The presence of a heavy workload from the high number of patient cases being handled could have played a role in this error. The inpatient pharmacy dispenses medication daily to more than five units in the hospital. Patients being discharged may be highly likely to be overlooked because of the presumed stable condition and thus might not require much attention as opposed to patients requiring emergency care and close monitoring.

The absence of automatic dispensing cabinets for patients being discharged could have influenced this medication error. Barcode medication administration (BCMA) systems could have also prevented this error by assisting the pharmacist in double-checking the prescription.

BCMA and automatic dispensing cabinets can promote medication safety by ensuring that the prescription by the physician or the advanced practice registered nurse could be translated accurately to the dispensing department (Williams et al., 2021). Other technologies can also support or complement these technologies in ensuring medication safety.

The medication provided to the patient may have been incorrect due to several communication-related problems. A breakdown may have significantly influenced the circumstances leading up to this problem in communication between the prescribing doctor and the pharmacist over the appropriate dosage and frequency of the medicine.

This incident might have been caused by a breakdown of communication between the pharmacist and the patient regarding the drug and how to use it properly. The strength of the medication may have been overlooked due to inadequate or unclear documentation or labeling of the drug, which could have caused confusion or misunderstanding.

Nevertheless, written or verbal communication, synchronous or asynchronous, played a critical part in this event. The presence of protocols for communication and guidelines for medication treatment was lacking in this patient’s case. These protocols can ensure accountability and empower teamwork when followed in a coordinated fashion (Russ-Jara et al., 2021). The need for collaboration, leadership, and management is thus evident from the literature.

Application of Evidence-Based Strategies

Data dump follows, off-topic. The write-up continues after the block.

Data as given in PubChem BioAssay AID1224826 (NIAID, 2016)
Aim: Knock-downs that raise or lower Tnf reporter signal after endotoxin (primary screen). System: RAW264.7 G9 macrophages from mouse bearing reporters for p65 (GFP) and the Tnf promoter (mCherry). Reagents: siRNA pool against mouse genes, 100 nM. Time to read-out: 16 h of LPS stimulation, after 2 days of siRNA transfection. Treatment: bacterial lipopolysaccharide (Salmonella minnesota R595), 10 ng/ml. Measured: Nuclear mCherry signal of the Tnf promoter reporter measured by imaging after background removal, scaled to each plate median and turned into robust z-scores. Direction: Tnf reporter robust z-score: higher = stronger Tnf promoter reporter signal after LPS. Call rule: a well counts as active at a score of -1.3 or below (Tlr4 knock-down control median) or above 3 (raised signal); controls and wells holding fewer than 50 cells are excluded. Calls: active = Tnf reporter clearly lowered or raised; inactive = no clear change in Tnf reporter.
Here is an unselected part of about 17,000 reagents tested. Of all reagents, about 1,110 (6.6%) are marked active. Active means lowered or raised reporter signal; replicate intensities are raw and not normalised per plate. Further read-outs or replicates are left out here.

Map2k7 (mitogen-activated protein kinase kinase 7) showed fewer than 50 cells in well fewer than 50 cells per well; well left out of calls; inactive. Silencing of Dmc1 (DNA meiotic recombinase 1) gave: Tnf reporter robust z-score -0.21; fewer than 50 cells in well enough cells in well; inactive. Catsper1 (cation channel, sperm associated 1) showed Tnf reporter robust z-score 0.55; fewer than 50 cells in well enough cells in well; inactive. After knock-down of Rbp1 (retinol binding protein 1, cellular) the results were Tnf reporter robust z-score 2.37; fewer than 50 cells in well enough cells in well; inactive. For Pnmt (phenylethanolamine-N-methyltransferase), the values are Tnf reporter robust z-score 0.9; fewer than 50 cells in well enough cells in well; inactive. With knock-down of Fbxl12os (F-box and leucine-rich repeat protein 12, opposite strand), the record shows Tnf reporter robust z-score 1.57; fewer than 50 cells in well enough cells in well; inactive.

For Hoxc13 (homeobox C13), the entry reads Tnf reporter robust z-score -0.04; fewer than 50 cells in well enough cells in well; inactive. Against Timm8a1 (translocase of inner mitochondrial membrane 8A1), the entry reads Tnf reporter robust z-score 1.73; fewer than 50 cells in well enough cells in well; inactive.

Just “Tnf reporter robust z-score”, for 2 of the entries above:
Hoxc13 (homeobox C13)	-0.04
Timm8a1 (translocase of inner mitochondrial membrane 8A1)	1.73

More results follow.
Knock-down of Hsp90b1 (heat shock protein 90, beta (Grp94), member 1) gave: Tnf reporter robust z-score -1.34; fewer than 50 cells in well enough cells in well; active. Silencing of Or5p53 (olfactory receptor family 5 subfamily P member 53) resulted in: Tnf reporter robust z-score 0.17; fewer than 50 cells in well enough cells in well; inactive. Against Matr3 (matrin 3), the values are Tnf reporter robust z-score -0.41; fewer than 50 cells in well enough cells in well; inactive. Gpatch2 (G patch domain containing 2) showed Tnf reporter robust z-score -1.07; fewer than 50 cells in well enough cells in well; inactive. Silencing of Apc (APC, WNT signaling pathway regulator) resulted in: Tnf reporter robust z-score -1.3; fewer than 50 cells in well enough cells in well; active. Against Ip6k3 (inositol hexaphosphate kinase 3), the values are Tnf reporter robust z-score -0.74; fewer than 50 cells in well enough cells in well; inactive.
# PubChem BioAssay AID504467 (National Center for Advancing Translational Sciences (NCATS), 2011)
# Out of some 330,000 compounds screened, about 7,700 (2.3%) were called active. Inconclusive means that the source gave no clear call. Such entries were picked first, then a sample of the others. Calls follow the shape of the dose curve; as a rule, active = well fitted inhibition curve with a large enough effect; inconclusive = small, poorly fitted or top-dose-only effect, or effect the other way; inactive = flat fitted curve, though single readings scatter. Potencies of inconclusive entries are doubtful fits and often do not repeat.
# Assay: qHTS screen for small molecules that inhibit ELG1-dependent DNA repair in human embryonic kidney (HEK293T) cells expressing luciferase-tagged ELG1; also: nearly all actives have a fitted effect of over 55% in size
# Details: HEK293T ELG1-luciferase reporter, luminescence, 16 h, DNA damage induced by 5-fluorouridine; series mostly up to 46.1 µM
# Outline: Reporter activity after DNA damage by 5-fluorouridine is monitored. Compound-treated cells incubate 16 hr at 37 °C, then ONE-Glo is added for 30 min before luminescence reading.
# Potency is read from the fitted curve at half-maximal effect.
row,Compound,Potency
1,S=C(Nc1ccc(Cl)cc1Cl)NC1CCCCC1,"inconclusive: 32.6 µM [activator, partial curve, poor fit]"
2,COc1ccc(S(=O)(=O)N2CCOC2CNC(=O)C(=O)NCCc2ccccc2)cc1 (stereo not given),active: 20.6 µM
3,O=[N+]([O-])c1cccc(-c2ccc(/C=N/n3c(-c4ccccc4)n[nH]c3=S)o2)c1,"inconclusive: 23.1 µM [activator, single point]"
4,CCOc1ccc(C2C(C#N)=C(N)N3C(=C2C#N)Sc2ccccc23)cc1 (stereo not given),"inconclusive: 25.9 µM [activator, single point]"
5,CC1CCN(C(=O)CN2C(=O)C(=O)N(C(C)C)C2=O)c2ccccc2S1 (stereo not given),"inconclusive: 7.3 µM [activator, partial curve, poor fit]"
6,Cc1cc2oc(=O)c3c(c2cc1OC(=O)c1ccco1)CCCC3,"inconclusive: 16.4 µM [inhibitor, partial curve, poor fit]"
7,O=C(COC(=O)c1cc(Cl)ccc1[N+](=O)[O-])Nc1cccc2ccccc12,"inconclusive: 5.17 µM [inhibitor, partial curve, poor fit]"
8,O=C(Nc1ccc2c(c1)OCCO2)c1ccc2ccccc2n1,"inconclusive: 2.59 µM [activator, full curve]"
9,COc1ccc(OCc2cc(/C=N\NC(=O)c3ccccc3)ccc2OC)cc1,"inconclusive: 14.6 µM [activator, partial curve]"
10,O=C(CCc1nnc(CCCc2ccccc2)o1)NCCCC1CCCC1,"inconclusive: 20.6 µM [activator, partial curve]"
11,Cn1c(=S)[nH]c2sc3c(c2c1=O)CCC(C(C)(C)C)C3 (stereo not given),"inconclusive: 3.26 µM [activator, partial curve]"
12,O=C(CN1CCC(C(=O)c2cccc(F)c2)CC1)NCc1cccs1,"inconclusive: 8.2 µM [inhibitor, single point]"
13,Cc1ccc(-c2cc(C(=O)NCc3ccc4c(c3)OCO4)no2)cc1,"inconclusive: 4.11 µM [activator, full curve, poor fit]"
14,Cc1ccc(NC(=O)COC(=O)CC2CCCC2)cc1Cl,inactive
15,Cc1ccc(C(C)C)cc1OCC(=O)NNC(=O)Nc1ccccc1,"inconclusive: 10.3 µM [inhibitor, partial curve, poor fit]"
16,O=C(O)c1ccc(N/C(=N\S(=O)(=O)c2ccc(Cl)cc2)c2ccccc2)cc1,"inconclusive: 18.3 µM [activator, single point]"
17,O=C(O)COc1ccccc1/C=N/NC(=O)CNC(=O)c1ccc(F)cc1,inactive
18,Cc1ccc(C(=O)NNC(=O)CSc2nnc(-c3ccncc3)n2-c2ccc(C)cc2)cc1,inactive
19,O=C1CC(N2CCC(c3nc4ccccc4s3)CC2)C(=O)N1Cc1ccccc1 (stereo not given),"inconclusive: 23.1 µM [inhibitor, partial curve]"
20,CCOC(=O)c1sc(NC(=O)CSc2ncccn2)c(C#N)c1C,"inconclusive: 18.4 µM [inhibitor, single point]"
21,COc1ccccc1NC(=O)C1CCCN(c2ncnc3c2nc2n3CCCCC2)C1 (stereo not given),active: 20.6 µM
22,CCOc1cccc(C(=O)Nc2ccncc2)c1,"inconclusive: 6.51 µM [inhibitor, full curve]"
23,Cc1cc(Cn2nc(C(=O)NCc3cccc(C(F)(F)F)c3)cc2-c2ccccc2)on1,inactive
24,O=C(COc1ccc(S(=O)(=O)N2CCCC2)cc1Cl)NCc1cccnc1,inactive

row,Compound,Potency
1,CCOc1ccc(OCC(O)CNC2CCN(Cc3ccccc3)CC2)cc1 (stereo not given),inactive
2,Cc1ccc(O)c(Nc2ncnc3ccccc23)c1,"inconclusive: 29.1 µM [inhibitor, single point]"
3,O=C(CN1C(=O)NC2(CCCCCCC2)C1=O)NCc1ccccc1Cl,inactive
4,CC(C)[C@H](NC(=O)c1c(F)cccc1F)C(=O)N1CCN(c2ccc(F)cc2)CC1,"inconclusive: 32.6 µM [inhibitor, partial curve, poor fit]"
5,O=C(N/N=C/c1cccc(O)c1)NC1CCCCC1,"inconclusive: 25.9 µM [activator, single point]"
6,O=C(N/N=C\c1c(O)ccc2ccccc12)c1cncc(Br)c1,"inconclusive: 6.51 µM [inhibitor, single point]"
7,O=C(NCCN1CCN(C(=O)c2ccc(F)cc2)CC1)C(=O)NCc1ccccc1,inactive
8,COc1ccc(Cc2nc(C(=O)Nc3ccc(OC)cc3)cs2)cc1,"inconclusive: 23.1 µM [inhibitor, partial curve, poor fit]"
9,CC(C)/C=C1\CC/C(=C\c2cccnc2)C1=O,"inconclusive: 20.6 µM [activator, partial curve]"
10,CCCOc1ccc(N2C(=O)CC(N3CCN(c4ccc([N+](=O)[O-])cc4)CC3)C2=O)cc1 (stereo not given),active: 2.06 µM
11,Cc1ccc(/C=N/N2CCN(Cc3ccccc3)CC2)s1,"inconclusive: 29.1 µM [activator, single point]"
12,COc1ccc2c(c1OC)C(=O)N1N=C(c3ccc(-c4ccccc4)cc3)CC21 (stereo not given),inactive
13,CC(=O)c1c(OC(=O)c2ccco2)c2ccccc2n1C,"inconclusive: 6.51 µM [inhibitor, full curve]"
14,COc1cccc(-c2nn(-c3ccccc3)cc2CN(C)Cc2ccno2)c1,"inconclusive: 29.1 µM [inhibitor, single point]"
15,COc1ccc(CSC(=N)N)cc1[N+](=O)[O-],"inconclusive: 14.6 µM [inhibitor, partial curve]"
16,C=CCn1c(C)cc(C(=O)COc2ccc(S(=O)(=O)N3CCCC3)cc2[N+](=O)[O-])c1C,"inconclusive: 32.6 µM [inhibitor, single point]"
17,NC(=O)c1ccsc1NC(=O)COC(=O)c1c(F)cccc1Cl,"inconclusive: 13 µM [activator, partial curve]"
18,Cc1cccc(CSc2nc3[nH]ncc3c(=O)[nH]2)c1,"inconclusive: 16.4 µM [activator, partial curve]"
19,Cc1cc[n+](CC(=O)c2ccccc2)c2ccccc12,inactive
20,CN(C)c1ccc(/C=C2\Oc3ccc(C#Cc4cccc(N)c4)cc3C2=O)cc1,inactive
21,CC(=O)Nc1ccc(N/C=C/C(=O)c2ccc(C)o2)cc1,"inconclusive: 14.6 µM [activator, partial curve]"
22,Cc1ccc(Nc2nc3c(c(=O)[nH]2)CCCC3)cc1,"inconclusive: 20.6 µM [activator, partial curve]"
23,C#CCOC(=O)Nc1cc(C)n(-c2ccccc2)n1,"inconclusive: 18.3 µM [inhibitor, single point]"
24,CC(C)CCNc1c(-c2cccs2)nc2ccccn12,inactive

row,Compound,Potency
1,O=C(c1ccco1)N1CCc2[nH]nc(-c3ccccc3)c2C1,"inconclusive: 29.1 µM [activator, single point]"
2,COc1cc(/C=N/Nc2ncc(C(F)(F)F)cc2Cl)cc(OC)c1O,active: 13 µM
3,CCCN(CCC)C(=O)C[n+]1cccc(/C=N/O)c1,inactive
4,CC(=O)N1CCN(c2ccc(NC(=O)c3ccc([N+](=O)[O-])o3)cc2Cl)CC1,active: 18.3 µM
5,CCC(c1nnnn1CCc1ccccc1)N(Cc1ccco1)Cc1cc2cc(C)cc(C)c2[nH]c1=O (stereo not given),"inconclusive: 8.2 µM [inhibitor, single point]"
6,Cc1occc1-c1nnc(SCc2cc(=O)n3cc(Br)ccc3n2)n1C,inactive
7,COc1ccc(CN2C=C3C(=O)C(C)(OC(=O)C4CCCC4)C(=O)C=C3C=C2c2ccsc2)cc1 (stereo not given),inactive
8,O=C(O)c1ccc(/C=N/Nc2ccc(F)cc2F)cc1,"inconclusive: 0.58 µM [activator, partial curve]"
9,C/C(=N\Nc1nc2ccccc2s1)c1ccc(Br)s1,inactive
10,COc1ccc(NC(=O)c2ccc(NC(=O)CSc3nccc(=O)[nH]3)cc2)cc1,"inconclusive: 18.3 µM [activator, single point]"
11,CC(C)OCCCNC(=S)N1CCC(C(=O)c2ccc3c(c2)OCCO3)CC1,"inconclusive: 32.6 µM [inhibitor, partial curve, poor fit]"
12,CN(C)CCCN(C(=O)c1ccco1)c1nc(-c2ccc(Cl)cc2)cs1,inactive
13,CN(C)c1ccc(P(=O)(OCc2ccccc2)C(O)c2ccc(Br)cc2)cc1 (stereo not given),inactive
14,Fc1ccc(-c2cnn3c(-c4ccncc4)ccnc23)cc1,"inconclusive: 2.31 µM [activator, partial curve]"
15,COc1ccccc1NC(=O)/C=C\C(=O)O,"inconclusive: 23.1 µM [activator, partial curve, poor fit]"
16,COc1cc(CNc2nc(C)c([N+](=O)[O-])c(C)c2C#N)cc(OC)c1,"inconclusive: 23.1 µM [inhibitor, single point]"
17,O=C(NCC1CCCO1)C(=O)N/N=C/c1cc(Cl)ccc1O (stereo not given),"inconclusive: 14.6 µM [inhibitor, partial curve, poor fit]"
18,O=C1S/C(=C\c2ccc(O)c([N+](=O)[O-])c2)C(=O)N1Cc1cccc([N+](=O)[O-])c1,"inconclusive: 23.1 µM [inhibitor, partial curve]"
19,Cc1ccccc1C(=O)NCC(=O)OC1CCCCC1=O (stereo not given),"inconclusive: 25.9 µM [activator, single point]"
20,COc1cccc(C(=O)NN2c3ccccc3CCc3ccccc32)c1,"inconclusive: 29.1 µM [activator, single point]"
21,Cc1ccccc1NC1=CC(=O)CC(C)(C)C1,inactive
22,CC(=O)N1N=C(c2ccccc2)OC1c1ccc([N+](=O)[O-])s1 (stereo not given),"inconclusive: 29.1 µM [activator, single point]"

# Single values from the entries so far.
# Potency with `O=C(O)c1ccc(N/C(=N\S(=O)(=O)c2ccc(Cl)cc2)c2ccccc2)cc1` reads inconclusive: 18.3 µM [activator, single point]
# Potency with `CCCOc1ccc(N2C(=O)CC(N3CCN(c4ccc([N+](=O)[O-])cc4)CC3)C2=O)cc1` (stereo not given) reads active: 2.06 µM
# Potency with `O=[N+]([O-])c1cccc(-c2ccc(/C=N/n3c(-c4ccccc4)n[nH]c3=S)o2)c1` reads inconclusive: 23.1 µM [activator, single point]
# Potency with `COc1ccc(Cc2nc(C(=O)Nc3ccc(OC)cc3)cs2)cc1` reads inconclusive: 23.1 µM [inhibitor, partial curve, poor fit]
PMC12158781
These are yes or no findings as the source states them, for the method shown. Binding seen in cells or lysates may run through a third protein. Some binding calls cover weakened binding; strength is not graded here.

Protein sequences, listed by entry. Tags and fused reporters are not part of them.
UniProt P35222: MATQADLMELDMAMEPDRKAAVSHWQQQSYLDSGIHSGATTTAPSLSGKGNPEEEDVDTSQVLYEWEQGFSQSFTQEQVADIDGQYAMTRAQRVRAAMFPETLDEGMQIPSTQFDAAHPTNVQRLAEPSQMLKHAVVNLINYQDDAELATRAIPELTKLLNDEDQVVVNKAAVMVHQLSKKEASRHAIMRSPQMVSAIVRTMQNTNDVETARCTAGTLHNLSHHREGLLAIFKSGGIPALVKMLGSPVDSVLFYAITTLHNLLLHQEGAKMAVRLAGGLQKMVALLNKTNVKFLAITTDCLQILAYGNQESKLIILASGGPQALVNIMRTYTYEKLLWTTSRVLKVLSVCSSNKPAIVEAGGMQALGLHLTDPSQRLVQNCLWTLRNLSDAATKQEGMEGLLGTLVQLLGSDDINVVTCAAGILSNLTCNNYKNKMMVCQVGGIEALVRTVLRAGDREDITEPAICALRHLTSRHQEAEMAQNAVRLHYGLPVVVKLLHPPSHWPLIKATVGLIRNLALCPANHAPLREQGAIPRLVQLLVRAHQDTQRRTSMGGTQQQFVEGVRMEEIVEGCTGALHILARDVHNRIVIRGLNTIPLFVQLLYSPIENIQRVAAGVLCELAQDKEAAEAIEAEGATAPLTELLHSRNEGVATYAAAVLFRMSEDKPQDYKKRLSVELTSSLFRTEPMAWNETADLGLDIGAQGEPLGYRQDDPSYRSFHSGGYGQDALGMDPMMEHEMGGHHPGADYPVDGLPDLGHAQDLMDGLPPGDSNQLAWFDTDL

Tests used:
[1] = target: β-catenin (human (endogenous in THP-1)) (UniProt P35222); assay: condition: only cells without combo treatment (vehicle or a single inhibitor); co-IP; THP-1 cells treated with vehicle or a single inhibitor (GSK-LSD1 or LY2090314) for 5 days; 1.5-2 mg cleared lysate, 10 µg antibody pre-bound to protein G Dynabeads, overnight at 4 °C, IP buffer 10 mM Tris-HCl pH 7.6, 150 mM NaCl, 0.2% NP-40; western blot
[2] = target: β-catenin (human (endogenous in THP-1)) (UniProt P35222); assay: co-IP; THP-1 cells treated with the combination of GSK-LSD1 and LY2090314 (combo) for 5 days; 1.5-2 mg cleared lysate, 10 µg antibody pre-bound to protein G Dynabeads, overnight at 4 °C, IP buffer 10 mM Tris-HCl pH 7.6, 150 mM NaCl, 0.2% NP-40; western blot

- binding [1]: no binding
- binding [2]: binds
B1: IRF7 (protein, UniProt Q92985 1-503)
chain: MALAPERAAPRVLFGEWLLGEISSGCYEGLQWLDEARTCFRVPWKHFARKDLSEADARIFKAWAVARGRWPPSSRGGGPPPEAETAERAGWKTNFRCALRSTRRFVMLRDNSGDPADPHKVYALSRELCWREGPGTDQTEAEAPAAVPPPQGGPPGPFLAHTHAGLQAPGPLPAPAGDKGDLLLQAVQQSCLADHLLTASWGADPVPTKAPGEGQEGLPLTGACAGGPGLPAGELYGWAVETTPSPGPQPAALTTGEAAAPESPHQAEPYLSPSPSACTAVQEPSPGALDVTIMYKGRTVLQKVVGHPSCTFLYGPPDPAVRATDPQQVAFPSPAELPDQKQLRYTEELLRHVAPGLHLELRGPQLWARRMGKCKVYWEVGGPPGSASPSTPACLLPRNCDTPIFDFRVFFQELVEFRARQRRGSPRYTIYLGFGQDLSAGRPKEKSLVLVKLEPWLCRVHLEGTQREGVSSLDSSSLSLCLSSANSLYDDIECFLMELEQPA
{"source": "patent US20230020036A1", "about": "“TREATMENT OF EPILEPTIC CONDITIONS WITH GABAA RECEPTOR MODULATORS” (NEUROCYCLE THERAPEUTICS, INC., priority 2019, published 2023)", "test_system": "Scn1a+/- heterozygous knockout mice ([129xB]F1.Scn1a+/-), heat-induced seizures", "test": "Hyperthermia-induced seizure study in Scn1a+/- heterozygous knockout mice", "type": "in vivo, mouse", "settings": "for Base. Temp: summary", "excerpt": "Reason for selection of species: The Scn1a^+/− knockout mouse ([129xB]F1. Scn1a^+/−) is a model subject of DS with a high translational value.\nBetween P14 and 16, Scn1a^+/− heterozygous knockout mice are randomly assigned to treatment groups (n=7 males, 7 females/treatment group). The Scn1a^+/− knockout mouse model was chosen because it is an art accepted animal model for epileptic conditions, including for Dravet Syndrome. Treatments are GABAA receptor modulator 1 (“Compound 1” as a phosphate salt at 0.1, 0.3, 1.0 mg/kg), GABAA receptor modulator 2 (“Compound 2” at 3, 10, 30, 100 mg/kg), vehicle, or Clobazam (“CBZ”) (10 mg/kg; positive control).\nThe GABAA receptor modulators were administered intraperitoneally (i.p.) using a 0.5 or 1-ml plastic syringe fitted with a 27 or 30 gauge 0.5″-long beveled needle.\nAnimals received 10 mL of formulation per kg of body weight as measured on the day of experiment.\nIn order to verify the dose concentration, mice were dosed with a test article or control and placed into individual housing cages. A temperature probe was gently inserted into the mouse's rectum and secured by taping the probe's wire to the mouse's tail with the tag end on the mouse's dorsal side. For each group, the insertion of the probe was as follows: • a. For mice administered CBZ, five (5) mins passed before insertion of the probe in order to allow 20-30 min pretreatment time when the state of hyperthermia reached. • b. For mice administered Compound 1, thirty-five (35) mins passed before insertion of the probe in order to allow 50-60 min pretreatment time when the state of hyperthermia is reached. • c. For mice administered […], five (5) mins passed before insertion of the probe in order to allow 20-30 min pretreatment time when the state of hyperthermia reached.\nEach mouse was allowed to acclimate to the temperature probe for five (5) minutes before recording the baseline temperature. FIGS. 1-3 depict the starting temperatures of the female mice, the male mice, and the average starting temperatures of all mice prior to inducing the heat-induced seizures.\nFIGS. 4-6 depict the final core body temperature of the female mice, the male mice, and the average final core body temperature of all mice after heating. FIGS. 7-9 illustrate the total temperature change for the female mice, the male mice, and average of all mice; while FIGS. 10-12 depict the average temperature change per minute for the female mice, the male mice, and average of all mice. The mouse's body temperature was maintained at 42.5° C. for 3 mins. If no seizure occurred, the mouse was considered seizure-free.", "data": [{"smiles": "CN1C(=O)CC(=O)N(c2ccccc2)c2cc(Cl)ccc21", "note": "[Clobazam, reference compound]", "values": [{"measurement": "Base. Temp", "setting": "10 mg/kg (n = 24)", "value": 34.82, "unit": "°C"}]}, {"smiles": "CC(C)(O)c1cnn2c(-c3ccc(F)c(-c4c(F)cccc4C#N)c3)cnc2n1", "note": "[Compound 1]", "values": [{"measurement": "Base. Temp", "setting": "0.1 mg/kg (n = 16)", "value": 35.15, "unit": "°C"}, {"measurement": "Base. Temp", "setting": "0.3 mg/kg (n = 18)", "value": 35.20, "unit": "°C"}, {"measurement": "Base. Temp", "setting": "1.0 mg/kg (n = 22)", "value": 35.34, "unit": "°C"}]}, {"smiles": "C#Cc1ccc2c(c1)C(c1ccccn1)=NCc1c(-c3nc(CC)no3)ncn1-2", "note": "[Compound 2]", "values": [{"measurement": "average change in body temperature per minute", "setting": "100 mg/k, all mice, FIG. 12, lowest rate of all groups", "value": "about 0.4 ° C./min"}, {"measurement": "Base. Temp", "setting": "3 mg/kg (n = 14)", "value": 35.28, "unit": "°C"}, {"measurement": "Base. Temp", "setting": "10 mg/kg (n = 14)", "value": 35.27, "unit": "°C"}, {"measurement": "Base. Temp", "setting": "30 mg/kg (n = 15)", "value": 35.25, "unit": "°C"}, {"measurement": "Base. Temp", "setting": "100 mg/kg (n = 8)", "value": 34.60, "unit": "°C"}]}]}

To address the issue of medication errors, healthcare organizations can implement various best practice strategies. One strategy is to use electronic prescribing systems, which provide accurate and up-to-date medication information and can reduce the risk of errors by eliminating the need for handwritten prescriptions and facilitating communication between prescribing physicians and pharmacists (Mohanna et al., 2022).

Another strategy is to conduct medication reconciliation, which involves reviewing and comparing a patient’s current medications with those prescribed at previous healthcare encounters to ensure that the patient is receiving the correct medications and dosages. Providing ongoing education and training for staff on medication administration protocols, proper labeling and documentation, and error prevention strategies can also help prevent errors (Vaismoradi et al., 2020).

Creating a culture of safety within the organization, where staff feel comfortable reporting errors and identifying potential risks, and implementing a medication error reporting system to identify patterns and trends can also contribute to preventing errors and ensuring patient safety (Mutair et al., 2021). Our healthcare organization must regularly assess its medication management processes and identify potential areas for improvement to prevent errors (Afaya et al., 2021).

According to Chui et al. (2019), addressing medication safety should be multidisciplinary and multifaceted because factors of medication errors cut across more than one discipline and profession. Therefore, these evidence-based strategies would require implementation in all stakeholder departments in our health organization.

Improvement Plan with Evidence-Based and Best-Practice Strategies

A proposed plan for this health organization will include implementing certain additional technologies, regularly training staff on medication safety, establishing an error-reporting system, and developing policies for medication safety.

These strategies can help reduce the risk of errors by providing accurate and up-to-date medication information, facilitating better communication between prescribing physicians and pharmacists, reviewing and comparing a patient’s current medications with those prescribed at previous healthcare encounters, ensuring that staff has the necessary knowledge and skills to safely manage medications, establishing clear protocols for medication management, and identifying patterns and trends in medication errors to allow for targeted interventions (Mohanna et al., 2022).